On 12 September, Sir John Vickers delivered his report on how the banking industry should be radically reformed to prevent another financial crisis and remove the taxpayer guarantee against bank failure.
The reforms are wide-ranging and the proposals from Vickers’ Independent Commission on Banking (ICB) change the banking landscape in the UK. Here’s a rundown of what the ICB has recommended and what effect it might have on you.
Ring-fence of retail banking
By far the most radical reform is the proposal to ring-fence retail banking from investment banking. This means that any deposit-taking services or loans and overdrafts to consumers and small and medium-sized business will be separated from the rest of the banks’ operations.
The reason for doing this is to allow the riskier investment banks to fail if they make poor decisions or run their businesses in an imprudent way, thus removing the liability of government (and in turn, taxpayers) to bail out the banks in the future. The retail bank must have its own board and no director will be able to be on both the retail and investment banking boards.
Vickers has stated that the banks should be given to 2019 to implement their ring-fences. His report estimates that this will come at a cost of around £6 billion.
Impact on you
With the extra costs that come with putting a ring-fence around retail operations in banks, there are concerns that the cost of lending will be higher, and that rates payable on savings accounts will be lower. Which?, however, believes that these concerns are unfounded.
These strict rules could also lead to big banks like Barclays relocating to other, more lenient countries, which would have a huge impact on economic growth in the UK, but none have stated that they are considering leaving the UK as yet.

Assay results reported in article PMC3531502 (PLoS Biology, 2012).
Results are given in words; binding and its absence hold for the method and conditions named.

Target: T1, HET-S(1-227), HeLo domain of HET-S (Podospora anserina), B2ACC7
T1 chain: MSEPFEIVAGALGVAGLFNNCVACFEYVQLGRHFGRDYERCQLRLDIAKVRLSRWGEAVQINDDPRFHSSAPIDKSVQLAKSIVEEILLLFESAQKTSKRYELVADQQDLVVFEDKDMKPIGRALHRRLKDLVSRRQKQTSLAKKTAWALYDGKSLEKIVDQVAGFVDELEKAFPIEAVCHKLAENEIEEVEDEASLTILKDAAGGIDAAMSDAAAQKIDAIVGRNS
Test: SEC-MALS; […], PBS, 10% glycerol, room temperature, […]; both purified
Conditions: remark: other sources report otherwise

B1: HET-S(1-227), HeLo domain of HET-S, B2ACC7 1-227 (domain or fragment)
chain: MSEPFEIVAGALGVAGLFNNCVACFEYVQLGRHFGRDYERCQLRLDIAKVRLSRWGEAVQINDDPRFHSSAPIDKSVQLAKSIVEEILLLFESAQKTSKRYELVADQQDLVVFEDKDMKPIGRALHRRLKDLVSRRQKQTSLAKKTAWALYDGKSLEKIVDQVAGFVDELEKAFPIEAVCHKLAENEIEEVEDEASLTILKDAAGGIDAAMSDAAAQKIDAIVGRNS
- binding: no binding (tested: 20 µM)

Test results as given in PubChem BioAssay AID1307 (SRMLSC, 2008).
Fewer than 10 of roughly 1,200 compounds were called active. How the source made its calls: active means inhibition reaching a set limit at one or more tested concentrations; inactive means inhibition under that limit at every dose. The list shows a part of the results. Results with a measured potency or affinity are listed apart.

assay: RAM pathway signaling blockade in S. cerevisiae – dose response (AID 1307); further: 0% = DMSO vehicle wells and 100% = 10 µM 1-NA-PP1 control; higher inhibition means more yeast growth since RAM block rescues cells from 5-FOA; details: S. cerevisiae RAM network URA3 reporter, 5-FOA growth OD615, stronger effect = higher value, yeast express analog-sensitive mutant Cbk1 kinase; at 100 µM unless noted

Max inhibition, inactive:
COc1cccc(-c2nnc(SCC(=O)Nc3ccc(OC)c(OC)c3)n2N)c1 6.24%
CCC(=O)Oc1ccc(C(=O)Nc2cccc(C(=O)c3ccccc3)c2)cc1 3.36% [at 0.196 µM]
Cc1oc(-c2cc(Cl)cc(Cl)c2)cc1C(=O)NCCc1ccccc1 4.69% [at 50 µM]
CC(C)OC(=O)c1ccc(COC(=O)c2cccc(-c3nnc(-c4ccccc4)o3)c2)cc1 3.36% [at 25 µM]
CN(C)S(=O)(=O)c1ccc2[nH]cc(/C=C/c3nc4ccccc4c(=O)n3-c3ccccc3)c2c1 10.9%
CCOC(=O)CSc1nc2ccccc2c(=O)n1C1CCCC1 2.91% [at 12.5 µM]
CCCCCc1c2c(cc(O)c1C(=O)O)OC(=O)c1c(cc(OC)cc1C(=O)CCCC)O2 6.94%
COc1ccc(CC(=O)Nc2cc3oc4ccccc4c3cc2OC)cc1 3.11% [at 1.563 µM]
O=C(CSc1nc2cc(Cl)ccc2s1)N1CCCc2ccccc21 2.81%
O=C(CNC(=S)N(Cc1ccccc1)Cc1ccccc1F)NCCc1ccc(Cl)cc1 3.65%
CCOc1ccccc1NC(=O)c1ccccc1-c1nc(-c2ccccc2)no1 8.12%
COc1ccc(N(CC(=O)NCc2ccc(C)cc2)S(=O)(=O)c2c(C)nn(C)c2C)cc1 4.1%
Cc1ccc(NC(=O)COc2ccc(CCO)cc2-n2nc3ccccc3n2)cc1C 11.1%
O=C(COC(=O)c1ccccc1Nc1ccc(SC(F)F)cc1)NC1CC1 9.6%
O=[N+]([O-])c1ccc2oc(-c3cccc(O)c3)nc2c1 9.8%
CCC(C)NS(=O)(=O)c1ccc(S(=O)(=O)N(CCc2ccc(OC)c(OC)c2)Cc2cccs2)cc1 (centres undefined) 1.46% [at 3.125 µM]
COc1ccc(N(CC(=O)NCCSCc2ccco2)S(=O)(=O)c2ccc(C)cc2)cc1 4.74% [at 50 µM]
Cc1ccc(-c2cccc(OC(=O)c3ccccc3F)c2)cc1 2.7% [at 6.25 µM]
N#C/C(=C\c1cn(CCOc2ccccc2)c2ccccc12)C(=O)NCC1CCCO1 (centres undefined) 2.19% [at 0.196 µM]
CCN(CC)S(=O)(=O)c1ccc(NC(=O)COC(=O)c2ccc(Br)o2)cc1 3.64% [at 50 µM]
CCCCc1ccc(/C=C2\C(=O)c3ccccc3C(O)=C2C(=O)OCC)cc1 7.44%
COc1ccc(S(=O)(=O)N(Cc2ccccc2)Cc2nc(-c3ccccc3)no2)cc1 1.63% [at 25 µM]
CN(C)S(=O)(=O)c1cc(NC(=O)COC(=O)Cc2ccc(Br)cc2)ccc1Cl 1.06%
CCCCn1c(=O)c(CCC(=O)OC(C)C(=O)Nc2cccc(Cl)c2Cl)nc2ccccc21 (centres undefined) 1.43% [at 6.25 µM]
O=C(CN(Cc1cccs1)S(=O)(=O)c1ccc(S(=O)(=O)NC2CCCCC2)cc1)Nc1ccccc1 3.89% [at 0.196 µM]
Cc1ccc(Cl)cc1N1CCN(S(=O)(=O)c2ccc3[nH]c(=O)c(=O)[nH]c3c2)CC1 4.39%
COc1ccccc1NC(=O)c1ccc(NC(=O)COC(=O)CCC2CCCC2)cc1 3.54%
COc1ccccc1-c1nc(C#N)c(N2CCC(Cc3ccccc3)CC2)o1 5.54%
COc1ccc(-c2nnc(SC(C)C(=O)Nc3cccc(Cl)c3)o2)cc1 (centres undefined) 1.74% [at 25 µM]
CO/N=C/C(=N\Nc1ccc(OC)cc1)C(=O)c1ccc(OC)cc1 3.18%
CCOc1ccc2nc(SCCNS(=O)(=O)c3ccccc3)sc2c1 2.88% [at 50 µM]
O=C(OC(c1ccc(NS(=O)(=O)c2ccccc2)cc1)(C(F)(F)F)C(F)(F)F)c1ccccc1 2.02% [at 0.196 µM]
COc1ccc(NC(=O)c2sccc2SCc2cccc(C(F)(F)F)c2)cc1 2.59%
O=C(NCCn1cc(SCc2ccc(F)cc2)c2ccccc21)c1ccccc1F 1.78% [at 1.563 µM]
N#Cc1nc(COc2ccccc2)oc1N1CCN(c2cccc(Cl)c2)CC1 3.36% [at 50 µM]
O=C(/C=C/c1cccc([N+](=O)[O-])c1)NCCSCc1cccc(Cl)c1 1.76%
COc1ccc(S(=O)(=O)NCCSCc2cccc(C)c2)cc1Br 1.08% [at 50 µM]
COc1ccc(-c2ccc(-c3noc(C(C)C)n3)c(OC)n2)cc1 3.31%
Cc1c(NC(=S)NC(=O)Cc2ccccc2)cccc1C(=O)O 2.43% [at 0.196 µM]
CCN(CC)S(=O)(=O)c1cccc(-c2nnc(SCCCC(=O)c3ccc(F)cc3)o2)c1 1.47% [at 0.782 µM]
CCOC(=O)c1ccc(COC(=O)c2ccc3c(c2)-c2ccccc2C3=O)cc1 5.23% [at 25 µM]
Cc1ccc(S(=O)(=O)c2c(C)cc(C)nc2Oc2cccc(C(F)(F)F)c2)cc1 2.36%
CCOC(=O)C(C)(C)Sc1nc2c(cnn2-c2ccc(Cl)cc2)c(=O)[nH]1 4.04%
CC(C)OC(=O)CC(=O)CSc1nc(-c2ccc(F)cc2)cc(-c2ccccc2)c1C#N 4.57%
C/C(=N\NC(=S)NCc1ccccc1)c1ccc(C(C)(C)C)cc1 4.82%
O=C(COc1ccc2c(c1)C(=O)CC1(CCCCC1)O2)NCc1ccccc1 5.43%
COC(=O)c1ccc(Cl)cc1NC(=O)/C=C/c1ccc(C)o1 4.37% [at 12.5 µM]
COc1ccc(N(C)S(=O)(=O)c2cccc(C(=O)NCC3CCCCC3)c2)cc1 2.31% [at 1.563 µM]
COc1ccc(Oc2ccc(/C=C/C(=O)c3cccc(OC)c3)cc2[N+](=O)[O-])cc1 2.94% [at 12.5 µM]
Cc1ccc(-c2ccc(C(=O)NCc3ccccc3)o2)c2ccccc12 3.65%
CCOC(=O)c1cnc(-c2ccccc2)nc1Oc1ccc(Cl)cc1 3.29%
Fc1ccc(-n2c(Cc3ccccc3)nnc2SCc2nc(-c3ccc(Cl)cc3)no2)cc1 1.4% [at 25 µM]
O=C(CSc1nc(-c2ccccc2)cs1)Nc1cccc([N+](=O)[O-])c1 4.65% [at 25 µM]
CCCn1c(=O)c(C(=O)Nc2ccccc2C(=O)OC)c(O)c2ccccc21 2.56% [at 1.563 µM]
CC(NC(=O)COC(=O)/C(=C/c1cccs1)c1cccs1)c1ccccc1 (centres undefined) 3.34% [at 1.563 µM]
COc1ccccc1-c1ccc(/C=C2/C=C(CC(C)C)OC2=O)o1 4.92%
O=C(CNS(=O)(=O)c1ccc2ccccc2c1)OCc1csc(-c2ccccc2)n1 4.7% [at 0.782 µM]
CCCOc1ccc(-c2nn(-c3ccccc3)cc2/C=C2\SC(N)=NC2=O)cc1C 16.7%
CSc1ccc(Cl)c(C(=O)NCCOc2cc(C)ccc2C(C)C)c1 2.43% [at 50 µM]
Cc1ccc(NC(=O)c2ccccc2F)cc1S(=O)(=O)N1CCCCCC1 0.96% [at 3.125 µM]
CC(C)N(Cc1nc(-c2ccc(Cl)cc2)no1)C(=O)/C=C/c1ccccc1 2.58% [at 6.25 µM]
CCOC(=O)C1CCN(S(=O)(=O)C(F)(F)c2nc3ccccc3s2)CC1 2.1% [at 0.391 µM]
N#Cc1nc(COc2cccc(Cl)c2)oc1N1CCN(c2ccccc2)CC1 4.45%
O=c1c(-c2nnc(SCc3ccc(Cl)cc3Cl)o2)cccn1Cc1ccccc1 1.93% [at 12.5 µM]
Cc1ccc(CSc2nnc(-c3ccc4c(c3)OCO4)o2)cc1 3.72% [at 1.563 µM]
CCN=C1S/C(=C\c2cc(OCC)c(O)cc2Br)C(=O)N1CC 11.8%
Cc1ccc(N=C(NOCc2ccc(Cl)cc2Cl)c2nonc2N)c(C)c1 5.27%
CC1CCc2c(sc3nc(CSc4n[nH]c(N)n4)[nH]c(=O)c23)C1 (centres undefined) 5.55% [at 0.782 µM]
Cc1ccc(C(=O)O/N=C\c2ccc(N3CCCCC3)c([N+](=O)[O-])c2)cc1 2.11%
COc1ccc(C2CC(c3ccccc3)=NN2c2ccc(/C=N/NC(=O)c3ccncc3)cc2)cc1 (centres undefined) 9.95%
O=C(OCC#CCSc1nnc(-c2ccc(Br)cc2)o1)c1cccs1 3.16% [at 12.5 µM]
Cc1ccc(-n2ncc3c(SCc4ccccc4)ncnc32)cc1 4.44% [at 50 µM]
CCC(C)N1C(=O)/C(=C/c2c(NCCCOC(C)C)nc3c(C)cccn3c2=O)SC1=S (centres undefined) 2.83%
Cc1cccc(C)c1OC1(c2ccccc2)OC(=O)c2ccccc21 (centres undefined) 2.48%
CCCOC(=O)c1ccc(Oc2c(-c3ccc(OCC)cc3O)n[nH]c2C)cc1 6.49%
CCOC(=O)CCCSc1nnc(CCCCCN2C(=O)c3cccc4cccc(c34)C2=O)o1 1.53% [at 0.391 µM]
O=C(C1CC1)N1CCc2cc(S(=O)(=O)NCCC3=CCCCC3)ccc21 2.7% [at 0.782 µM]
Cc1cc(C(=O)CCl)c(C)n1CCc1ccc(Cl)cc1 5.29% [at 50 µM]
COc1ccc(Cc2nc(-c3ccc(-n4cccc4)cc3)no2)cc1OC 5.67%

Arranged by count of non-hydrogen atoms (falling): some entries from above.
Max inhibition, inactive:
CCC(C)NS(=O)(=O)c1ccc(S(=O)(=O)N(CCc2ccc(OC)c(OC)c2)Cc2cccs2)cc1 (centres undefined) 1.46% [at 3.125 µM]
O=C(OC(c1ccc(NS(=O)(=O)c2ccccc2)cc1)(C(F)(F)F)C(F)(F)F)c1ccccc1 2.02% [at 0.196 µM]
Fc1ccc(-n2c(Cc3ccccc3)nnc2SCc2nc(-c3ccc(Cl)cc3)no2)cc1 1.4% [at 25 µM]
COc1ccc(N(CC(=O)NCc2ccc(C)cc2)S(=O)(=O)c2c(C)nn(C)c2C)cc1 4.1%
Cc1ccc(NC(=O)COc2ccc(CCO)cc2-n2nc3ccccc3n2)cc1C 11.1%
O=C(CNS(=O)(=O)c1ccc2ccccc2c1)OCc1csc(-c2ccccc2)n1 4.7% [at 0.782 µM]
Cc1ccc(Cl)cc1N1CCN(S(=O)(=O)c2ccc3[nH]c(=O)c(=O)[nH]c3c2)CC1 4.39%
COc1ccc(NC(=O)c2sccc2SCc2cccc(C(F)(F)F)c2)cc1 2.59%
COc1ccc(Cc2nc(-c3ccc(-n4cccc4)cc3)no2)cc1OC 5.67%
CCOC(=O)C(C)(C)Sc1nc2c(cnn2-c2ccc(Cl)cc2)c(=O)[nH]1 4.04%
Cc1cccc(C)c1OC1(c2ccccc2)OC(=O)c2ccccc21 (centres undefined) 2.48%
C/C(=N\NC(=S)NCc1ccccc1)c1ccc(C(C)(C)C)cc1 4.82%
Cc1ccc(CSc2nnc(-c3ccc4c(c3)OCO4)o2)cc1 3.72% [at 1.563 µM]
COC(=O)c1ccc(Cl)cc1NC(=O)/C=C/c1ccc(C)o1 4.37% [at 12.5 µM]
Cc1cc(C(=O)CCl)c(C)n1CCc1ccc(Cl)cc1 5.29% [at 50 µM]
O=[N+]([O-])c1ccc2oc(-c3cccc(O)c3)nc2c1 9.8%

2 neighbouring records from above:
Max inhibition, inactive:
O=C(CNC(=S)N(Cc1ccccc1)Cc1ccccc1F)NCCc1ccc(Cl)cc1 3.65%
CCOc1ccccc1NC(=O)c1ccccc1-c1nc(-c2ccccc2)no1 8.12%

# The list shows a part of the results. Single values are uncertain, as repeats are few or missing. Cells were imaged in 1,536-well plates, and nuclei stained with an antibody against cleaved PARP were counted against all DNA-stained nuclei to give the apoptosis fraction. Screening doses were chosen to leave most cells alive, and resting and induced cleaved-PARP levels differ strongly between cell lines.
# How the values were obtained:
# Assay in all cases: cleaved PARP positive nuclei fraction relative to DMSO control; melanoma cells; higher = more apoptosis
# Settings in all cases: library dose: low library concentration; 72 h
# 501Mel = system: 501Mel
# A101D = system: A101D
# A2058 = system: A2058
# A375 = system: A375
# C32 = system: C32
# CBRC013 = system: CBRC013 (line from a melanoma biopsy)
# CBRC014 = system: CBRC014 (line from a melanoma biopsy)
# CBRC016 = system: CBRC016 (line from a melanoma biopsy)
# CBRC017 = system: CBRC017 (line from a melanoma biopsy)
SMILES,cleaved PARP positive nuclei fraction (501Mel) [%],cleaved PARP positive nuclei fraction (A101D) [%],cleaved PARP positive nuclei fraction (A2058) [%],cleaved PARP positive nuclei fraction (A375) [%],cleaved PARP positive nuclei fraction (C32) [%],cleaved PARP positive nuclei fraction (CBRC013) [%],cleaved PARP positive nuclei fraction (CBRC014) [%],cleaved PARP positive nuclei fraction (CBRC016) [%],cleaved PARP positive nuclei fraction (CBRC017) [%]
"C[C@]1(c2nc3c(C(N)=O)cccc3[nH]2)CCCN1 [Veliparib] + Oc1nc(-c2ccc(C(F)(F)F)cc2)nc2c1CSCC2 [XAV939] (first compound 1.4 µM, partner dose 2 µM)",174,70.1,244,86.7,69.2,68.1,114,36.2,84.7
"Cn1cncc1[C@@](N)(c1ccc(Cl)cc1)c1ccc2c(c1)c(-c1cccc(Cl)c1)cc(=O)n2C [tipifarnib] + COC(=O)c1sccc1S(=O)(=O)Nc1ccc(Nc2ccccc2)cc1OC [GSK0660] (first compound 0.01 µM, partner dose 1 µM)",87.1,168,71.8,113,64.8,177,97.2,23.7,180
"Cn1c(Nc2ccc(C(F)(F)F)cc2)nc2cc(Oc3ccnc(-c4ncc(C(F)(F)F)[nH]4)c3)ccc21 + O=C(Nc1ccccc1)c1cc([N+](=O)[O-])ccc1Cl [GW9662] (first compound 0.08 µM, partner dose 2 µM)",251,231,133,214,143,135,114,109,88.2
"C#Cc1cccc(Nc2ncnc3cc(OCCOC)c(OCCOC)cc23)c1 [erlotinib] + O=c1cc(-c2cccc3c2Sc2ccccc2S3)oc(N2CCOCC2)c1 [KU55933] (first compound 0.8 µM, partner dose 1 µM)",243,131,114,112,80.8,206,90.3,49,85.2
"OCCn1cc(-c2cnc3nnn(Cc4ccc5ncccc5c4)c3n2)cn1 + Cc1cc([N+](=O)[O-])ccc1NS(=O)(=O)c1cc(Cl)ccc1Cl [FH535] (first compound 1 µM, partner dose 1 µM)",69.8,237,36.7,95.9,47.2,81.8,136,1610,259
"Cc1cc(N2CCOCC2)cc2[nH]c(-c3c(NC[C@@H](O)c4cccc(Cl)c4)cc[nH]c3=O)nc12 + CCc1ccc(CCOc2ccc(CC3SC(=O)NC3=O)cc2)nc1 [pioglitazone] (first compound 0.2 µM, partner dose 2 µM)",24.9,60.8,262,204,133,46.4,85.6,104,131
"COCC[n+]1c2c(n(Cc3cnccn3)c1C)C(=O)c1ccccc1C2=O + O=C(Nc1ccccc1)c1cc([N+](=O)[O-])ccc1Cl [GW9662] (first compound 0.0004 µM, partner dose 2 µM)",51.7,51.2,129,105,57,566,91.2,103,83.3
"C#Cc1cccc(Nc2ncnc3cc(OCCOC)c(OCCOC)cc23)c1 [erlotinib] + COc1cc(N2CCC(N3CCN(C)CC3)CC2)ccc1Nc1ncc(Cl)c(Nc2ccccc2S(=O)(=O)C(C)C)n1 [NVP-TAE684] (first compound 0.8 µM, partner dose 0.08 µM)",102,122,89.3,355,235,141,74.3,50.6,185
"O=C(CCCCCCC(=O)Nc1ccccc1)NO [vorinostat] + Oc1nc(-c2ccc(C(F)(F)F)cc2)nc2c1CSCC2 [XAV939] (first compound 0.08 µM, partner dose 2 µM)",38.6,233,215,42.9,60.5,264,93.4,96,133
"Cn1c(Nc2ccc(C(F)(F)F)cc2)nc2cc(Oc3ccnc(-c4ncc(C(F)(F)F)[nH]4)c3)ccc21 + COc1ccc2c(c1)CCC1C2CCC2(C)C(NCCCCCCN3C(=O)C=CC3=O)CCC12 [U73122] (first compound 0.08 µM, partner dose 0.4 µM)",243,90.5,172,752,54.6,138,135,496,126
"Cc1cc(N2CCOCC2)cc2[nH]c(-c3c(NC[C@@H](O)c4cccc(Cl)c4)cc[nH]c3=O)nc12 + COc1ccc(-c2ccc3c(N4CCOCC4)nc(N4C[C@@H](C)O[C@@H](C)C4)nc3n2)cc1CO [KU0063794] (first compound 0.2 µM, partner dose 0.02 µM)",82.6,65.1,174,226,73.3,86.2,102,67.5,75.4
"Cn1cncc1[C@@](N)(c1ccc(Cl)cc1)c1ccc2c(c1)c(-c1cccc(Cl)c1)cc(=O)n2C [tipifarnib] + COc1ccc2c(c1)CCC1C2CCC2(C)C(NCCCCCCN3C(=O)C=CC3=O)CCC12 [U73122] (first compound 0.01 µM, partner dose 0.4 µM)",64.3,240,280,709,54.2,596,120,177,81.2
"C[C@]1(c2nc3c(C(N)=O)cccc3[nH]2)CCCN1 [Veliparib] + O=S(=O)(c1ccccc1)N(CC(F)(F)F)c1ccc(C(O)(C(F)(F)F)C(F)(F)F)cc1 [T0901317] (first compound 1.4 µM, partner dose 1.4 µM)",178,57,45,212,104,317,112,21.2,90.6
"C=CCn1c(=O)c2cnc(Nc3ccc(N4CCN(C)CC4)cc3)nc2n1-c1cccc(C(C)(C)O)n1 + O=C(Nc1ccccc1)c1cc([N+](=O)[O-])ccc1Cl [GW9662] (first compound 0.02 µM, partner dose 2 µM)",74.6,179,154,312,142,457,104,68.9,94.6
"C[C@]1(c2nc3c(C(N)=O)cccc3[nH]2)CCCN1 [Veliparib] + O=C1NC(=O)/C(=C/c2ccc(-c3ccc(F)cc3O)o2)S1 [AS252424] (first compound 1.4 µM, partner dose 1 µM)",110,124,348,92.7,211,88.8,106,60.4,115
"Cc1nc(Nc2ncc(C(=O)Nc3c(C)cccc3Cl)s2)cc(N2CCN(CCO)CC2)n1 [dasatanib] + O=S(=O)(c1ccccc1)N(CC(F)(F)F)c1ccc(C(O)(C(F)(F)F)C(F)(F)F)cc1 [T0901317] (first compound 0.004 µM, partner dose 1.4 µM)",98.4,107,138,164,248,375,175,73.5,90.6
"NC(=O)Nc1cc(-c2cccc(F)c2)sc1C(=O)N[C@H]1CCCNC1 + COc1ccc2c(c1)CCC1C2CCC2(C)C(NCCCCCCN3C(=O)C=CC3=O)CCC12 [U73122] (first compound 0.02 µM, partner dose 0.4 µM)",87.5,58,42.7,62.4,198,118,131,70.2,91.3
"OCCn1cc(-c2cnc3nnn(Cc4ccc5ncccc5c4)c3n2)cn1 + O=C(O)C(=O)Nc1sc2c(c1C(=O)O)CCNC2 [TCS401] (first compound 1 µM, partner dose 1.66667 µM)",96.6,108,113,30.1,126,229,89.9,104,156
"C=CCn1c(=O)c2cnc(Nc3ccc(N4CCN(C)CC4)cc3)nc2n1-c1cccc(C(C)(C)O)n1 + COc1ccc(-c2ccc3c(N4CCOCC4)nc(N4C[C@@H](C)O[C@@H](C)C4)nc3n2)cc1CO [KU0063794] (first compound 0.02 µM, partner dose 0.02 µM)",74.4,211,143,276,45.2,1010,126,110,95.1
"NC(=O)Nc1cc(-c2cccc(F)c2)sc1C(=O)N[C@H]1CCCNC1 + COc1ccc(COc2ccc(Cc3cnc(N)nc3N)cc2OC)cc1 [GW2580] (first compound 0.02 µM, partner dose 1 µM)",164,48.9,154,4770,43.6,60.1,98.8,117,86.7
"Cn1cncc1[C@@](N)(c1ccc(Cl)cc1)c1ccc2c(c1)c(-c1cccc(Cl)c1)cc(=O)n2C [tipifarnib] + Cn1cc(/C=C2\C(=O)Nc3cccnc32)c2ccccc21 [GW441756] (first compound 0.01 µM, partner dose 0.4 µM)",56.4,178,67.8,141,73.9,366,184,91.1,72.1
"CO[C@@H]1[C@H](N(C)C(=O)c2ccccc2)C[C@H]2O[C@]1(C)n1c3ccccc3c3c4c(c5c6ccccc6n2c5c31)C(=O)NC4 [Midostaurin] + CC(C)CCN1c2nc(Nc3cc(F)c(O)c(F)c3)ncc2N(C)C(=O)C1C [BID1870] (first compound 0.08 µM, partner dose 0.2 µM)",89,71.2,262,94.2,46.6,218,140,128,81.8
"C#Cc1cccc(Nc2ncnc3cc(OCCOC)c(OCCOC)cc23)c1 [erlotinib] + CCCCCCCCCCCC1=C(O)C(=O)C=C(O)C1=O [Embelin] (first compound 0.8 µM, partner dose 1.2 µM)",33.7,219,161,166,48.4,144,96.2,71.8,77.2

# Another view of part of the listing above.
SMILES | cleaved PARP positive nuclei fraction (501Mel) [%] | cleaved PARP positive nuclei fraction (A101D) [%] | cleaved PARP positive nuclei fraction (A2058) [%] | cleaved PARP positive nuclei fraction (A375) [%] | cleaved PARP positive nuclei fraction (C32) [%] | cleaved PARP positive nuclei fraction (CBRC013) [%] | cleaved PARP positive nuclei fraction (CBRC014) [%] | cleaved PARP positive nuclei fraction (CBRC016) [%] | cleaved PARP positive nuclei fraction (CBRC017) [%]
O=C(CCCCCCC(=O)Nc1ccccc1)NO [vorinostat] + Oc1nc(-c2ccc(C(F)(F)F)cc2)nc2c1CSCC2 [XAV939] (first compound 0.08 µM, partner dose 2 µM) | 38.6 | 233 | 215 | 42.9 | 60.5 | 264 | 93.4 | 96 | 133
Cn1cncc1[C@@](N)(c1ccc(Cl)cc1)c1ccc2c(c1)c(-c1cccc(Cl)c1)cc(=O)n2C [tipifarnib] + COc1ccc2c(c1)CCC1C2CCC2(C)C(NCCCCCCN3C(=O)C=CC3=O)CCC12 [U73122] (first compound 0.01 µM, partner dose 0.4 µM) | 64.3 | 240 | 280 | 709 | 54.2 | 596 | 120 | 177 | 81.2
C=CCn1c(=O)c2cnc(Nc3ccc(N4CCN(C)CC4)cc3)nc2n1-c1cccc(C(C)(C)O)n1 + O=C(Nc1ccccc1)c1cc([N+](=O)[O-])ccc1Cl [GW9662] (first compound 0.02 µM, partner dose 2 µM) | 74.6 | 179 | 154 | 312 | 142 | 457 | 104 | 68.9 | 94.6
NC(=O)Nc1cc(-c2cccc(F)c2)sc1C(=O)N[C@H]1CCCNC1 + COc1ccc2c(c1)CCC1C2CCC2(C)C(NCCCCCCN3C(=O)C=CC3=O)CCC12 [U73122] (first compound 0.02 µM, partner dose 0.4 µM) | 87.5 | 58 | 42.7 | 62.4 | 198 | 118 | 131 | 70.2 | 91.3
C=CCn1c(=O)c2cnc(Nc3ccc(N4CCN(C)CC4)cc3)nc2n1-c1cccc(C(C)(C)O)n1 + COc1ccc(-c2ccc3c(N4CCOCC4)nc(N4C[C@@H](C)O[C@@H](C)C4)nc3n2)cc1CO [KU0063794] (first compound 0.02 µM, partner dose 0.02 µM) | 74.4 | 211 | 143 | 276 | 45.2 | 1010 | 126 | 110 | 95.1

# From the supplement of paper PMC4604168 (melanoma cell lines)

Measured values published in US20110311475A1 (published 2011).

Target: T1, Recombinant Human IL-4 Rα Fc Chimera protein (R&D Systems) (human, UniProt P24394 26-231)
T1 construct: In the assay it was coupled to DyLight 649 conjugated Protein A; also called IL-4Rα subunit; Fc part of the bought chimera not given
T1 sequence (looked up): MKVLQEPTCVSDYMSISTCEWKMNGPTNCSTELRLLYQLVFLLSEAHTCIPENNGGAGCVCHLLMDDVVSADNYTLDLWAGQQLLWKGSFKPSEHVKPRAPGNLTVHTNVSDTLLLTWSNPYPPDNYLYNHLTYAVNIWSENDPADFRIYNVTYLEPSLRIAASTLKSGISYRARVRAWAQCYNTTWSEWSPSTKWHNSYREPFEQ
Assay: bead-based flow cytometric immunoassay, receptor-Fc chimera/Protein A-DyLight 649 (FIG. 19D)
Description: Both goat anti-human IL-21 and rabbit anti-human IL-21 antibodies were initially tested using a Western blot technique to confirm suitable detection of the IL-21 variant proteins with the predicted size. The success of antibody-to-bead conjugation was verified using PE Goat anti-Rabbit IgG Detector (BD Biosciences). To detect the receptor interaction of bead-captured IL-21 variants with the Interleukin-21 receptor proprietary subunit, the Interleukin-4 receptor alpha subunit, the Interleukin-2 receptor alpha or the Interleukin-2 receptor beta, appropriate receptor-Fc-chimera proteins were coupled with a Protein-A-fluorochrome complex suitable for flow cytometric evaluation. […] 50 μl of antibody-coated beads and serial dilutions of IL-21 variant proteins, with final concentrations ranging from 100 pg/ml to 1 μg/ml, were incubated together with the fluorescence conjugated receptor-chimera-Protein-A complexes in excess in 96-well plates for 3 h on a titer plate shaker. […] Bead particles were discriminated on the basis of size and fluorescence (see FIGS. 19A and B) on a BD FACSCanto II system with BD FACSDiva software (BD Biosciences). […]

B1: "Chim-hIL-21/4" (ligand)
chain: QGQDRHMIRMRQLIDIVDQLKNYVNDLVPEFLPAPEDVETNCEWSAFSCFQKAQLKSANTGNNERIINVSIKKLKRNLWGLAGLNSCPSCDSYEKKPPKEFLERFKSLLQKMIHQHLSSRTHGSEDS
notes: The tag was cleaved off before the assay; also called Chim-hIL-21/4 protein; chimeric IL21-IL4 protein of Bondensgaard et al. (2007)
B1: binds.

Higher capital requirements
Vickers wants to see banks holding more free money to absorb any shocks or losses in the future. New global regulations will see the level banks need to hold increase to 9.5%. The ICB wants banks to hold 10%.
In addition to this, Vickers has proposed that people who have lent to the banks pick up the tab if the bank runs into difficulties, and that the debts owed to these lenders should be used to help the bank out of its troubles.
Impact on you
With banks needing to keep more behind to act as a buffer to protect them, it can do a number of things to achieve it. It can raise more money by issuing shares or bonds, but also it could make fewer loans, call in loans or make fewer loans to riskier ventures.
The Vickers report states: ‘There are long-standing competition issues in UK retail banking… the largest four banks account for 77% of personal current accounts and 85% of SME current accounts. Competition between banks on current accounts is muted by difficulties of switching between providers and by lack of transparency about banking services on offer.
‘In short, consumers are often not well placed to make informed choices between effectively competing suppliers of banking services.’
Vickers wants the multitude of Lloyds branches to be sold to a ‘viable challenger’ to the banking sector to improve competition on the high street. He also states that an account redirection service should be introduced by 2013 to make it easier for consumers to change their bank account.
This service, the report says, should ‘transfer accounts within seven working days, provide seamless redirection for more than a year, and [be] free of risk and cost to customers.’
Impact on you
This could be a real benefit for consumers, allowing them to switch bank accounts if they’re unhappy, without worrying that their bills won’t be paid. Vickers says that the redirection service should ‘boost confidence in the ease of switching and enhance the competitive pressure exerted on banks through customer choice.’
With this competitive pressure, the hope is that banks will improve their services to consumers.
- Which? chief executive Peter Vicary-Smith talks about banking reform on the Which? Conversation
- Find out more about our campaign for better banking
- Which?’s banking manifesto – have the proposals met our demands?